Decorative cuts and sandblasted
patterns achieved with stencils can enhance the appearance
of stained surfaces. Timing of these operations, though,
depends on the desired effect. When you want the overall
stain finish to be as evenly colored as possible,
cut lines and patterns after staining is complete.
Stains penetrate differently around indentations.
If there is to be a color change at a pattern line,
cut the line first to form a barrier to stain movement.
If sawed joints are to be grouted, complete the staining
and sealing before grouting to help prevent grout
accumulation on the unprotected stain.
are generally laid out with pencil or chalk. Mark
only where you cut, and don’t use chalk colors
that are difficult to remove, or adhere lines to the
concrete surface using clear fixative sprays. Many
tools are available for cutting pattern lines in concrete.
Most installers use grinders or hand-held saws with
tables that ride against guides. Dry-cutting diamond
blades that do minimum damage to the edge of the cut
are a good choice. Dust-collection devices that attach
to grinders and saws capture almost all of the dust.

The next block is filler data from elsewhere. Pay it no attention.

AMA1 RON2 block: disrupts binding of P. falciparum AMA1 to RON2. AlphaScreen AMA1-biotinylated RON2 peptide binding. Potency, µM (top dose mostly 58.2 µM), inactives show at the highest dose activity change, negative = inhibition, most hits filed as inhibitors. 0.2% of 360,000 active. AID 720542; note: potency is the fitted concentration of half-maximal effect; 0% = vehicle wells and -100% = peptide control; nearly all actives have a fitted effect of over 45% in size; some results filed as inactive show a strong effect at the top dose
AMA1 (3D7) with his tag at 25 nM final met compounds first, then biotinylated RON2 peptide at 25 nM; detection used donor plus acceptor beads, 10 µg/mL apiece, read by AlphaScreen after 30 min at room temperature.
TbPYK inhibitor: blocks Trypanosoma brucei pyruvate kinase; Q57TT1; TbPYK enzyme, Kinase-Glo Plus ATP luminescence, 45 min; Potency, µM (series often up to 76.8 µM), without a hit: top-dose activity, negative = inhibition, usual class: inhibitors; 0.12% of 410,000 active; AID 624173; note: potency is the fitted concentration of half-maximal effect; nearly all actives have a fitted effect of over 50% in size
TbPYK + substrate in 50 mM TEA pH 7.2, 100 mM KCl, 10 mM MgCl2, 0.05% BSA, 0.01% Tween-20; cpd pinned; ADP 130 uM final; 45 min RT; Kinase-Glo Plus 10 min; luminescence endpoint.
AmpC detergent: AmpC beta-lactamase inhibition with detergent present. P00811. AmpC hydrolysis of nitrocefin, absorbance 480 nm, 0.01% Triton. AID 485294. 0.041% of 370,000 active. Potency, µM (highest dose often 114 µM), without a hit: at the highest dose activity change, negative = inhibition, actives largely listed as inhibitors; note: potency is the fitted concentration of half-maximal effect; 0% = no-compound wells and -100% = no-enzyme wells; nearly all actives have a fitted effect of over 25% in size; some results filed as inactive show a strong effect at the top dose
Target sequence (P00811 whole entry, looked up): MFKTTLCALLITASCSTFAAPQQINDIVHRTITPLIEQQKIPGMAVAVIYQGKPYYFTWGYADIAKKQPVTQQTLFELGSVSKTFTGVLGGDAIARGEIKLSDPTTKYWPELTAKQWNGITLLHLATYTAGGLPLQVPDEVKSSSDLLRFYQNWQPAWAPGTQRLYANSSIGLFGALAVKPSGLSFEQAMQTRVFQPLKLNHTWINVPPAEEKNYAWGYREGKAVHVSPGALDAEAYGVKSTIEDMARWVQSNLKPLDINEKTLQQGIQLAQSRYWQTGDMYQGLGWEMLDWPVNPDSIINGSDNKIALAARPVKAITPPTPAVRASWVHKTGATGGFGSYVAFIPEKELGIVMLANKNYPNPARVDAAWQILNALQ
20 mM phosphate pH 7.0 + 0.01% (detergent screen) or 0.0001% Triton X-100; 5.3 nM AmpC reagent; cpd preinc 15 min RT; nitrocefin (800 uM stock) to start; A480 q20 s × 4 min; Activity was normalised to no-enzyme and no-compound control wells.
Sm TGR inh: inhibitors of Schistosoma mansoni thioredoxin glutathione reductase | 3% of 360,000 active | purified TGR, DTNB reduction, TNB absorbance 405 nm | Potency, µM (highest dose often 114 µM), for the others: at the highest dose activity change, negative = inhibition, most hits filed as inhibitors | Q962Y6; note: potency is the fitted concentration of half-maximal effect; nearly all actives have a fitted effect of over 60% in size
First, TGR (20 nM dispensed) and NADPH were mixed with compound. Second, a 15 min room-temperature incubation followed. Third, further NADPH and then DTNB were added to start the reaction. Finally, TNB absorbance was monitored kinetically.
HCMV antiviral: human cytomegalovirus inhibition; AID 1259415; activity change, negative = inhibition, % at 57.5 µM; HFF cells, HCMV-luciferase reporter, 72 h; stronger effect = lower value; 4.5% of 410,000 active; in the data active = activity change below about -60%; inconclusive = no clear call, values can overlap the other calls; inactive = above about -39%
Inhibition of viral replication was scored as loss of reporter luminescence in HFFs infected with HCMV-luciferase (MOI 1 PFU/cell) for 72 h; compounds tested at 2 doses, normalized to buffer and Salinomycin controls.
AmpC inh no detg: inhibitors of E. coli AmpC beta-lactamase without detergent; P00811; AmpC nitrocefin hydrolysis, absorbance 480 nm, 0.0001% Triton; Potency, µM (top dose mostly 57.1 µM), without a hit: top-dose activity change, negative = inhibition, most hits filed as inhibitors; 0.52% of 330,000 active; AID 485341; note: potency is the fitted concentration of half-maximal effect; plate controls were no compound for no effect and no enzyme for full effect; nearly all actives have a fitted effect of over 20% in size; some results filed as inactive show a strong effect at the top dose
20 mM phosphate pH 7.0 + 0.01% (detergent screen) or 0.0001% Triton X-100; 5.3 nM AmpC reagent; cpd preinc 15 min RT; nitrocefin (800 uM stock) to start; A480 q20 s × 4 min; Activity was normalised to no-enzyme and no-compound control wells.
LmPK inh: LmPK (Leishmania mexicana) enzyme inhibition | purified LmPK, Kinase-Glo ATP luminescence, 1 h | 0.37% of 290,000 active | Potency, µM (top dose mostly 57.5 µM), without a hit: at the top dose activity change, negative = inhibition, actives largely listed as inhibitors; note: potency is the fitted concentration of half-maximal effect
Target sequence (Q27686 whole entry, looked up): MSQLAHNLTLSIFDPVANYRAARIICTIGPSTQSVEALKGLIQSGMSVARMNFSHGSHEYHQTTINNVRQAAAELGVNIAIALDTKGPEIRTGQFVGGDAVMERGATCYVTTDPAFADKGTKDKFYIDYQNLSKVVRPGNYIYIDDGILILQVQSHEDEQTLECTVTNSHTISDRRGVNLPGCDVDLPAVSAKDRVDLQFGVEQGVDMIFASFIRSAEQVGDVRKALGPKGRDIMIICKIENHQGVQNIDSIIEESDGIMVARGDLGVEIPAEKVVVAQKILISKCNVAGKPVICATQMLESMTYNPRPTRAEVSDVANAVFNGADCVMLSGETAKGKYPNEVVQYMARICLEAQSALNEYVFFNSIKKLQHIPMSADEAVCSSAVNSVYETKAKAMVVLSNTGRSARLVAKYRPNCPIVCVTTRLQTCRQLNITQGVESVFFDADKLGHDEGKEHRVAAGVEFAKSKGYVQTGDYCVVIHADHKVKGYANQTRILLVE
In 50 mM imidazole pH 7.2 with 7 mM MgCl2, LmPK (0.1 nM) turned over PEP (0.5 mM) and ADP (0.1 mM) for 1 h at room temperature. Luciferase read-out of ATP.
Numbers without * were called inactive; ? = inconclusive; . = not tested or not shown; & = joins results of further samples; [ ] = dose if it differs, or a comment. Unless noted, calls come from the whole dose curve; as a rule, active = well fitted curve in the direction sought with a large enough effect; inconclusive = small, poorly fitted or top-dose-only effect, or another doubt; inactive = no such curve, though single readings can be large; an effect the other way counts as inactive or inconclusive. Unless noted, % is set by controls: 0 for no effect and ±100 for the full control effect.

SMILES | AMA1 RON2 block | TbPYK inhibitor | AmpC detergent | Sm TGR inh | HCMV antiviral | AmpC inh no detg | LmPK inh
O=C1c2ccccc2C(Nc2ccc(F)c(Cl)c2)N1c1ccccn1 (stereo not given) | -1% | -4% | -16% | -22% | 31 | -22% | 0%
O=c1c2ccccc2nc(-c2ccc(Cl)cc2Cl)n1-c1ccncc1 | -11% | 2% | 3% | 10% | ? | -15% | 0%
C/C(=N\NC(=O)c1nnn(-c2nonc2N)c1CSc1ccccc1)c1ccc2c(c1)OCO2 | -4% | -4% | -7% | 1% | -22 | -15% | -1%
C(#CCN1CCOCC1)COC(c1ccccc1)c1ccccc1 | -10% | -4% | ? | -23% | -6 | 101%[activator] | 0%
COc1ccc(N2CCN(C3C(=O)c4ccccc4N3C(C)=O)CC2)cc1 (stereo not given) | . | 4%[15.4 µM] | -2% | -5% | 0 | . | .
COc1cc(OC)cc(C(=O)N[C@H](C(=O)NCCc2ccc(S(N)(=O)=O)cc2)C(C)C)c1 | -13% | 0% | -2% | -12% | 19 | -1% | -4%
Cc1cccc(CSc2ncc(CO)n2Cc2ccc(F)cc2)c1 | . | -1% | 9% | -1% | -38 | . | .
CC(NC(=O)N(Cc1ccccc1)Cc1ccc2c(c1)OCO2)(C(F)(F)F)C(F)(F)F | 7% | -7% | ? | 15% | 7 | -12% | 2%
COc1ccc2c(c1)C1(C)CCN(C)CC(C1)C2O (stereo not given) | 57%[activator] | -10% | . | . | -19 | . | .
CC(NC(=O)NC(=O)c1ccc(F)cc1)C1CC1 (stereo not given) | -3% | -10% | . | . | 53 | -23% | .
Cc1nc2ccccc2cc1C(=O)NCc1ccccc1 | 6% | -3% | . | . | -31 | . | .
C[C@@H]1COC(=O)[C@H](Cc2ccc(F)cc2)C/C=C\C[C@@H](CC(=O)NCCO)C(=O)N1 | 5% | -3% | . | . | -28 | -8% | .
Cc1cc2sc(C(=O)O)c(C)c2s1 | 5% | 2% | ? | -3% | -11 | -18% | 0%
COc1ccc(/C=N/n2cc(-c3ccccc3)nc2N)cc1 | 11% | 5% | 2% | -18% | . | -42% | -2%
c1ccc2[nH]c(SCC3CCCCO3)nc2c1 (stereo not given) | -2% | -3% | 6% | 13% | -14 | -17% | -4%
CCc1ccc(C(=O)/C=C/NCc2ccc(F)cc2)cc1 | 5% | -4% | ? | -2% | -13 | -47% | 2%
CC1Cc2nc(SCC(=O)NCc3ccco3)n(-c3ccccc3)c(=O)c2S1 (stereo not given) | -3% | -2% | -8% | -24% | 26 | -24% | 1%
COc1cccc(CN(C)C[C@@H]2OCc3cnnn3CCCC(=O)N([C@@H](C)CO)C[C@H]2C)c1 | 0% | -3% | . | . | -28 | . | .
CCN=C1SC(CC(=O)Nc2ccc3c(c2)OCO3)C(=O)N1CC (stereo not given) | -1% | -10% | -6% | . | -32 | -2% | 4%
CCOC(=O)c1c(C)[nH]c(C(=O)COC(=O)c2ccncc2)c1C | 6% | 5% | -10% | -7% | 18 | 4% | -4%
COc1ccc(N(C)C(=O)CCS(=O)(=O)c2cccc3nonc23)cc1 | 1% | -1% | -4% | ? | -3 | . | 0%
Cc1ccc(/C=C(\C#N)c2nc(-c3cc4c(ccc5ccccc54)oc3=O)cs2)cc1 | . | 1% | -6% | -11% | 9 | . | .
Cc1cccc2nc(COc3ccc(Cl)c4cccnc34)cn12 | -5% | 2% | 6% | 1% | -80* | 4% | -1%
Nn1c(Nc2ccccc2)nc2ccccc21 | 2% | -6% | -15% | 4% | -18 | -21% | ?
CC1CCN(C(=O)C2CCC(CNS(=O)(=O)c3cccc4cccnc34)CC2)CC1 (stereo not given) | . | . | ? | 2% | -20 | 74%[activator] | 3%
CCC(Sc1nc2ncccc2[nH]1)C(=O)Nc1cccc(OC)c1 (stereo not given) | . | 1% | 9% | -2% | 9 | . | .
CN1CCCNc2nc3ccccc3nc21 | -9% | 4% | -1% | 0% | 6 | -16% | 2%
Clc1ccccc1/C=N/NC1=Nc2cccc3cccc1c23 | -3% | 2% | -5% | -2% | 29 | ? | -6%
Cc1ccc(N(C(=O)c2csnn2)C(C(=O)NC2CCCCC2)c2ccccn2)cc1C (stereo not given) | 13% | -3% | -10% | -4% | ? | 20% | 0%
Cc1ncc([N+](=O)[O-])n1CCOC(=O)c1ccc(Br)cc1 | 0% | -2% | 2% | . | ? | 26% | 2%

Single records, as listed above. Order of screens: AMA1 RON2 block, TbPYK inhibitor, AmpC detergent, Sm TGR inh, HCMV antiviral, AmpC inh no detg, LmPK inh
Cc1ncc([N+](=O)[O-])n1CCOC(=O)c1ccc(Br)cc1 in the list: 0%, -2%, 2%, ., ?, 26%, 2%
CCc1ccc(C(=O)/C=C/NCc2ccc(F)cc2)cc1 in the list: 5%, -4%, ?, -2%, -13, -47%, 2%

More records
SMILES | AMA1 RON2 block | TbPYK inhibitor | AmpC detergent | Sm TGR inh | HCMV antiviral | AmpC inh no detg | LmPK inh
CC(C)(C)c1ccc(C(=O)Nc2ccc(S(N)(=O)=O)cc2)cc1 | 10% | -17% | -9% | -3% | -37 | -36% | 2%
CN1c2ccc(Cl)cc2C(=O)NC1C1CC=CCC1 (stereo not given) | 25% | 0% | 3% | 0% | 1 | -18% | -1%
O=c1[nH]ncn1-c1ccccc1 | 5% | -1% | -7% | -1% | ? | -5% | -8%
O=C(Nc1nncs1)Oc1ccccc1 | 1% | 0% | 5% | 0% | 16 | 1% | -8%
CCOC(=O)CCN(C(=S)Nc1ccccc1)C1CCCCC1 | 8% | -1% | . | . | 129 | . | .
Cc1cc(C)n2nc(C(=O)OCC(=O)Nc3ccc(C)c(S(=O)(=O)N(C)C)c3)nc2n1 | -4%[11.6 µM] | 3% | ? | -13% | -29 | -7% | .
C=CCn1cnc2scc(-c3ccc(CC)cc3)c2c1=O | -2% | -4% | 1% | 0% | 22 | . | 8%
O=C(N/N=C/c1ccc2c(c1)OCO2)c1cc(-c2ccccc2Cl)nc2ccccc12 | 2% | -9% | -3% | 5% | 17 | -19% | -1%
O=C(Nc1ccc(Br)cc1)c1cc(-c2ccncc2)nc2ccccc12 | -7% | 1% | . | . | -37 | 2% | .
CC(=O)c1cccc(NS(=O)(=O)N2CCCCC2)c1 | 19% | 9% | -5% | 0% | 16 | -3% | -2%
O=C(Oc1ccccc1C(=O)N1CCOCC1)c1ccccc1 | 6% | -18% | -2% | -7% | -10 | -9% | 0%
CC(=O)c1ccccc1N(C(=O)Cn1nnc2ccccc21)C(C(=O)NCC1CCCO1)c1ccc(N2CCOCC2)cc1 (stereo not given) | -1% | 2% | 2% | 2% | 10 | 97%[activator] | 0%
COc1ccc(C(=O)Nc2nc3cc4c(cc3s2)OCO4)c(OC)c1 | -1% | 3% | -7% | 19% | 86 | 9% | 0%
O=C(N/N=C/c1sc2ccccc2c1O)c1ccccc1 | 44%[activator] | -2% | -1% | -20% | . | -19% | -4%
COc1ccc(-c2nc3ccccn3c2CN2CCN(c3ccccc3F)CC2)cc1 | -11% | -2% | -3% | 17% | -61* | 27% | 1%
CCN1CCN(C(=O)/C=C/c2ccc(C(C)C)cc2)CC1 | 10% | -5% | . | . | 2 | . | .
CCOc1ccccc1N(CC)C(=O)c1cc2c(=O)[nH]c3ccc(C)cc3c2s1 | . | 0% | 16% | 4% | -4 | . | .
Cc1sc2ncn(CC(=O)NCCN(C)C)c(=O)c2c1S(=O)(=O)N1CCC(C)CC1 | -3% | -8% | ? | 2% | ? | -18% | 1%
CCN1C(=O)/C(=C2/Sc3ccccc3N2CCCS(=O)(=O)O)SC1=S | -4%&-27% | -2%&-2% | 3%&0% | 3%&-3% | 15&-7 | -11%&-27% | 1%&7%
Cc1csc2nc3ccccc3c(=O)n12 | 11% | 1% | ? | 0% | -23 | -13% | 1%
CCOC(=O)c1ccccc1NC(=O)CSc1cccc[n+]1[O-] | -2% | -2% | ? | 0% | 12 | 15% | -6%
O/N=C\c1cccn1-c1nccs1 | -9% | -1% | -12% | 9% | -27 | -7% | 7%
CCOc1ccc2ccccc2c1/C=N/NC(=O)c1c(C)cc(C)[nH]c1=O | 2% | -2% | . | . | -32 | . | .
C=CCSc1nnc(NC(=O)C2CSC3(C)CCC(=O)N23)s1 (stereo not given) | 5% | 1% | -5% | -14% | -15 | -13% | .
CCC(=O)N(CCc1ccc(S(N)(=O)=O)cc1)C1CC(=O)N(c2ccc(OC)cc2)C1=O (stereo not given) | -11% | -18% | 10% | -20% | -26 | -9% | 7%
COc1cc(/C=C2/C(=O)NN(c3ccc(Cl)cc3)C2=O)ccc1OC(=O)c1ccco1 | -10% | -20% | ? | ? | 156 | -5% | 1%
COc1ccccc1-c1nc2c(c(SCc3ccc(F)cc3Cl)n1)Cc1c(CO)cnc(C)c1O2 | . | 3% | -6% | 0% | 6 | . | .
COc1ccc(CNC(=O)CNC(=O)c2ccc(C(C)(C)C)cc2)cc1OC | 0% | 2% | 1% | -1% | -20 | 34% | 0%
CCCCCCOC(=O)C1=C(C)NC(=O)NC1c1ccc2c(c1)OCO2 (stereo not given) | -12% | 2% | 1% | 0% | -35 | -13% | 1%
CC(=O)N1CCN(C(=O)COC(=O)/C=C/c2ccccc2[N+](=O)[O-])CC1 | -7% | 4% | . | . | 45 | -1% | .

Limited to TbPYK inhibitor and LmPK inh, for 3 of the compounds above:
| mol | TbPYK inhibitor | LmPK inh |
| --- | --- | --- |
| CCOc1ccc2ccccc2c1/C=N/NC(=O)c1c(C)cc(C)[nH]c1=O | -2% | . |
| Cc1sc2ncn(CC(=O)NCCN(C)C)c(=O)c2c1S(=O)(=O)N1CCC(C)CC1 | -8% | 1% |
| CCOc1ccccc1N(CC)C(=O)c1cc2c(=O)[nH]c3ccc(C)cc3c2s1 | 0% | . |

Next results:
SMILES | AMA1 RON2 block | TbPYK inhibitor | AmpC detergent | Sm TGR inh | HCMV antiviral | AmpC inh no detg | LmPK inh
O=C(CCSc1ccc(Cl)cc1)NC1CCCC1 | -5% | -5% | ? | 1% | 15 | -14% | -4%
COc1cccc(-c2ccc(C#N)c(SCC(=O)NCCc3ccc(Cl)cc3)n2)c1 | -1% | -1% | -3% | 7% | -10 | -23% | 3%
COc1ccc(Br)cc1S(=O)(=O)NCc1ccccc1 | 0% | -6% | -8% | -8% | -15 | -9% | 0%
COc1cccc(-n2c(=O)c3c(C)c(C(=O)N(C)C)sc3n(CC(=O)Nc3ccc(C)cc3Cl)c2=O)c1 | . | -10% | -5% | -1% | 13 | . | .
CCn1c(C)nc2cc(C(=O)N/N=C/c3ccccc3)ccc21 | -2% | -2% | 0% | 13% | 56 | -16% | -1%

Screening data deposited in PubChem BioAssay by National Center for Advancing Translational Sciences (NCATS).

A 1 1 /2 -inch extruded aluminum "L" angle,
available in most hardware stores, makes a good saw
If you cut patterns before staining, cut them just
before cleaning the surface in preparation for the
stain. Sawing dust contains free lime that can adhere
to the surface, causing color distortion. If you cut
after staining, do it after the first coat of sealer
has been applied.
effects also can be achieved by applying stencils
to surfaces after staining and then sandblasting to
reveal plain or colored concrete in areas not covered
by the stencils. These stencils are usually made from
plastic materials and have adhesive backings that
stick to the floor surface. One coat of sealer is
recommended before sandblasting to improve stencil
continue – Stain Application